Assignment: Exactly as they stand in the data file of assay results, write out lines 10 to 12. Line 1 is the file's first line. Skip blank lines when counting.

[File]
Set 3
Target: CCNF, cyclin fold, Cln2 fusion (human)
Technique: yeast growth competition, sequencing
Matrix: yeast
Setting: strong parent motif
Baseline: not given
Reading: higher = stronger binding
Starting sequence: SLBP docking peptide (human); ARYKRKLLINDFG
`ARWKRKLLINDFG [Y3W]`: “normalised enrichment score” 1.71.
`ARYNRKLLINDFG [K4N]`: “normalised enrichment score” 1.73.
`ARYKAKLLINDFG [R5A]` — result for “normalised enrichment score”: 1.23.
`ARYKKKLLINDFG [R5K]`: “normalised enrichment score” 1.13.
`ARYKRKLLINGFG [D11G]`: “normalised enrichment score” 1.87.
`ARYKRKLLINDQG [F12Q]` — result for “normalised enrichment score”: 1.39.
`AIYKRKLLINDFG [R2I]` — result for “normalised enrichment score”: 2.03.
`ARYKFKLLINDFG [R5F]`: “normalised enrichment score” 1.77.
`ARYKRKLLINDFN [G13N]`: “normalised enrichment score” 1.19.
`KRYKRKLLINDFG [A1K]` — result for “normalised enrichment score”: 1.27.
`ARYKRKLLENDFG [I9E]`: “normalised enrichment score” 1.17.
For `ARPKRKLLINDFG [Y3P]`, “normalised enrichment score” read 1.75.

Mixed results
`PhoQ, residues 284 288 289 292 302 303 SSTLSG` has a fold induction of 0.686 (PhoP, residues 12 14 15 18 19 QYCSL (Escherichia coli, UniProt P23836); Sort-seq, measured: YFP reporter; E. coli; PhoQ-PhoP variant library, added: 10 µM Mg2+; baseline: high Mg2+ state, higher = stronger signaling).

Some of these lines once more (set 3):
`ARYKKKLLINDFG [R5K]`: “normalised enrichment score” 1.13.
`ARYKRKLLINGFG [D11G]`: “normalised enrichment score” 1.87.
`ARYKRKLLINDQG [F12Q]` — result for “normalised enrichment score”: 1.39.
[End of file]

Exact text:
`ARYNRKLLINDFG [K4N]`: “normalised enrichment score” 1.73.
`ARYKAKLLINDFG [R5A]` — result for “normalised enrichment score”: 1.23.
`ARYKKKLLINDFG [R5K]`: “normalised enrichment score” 1.13.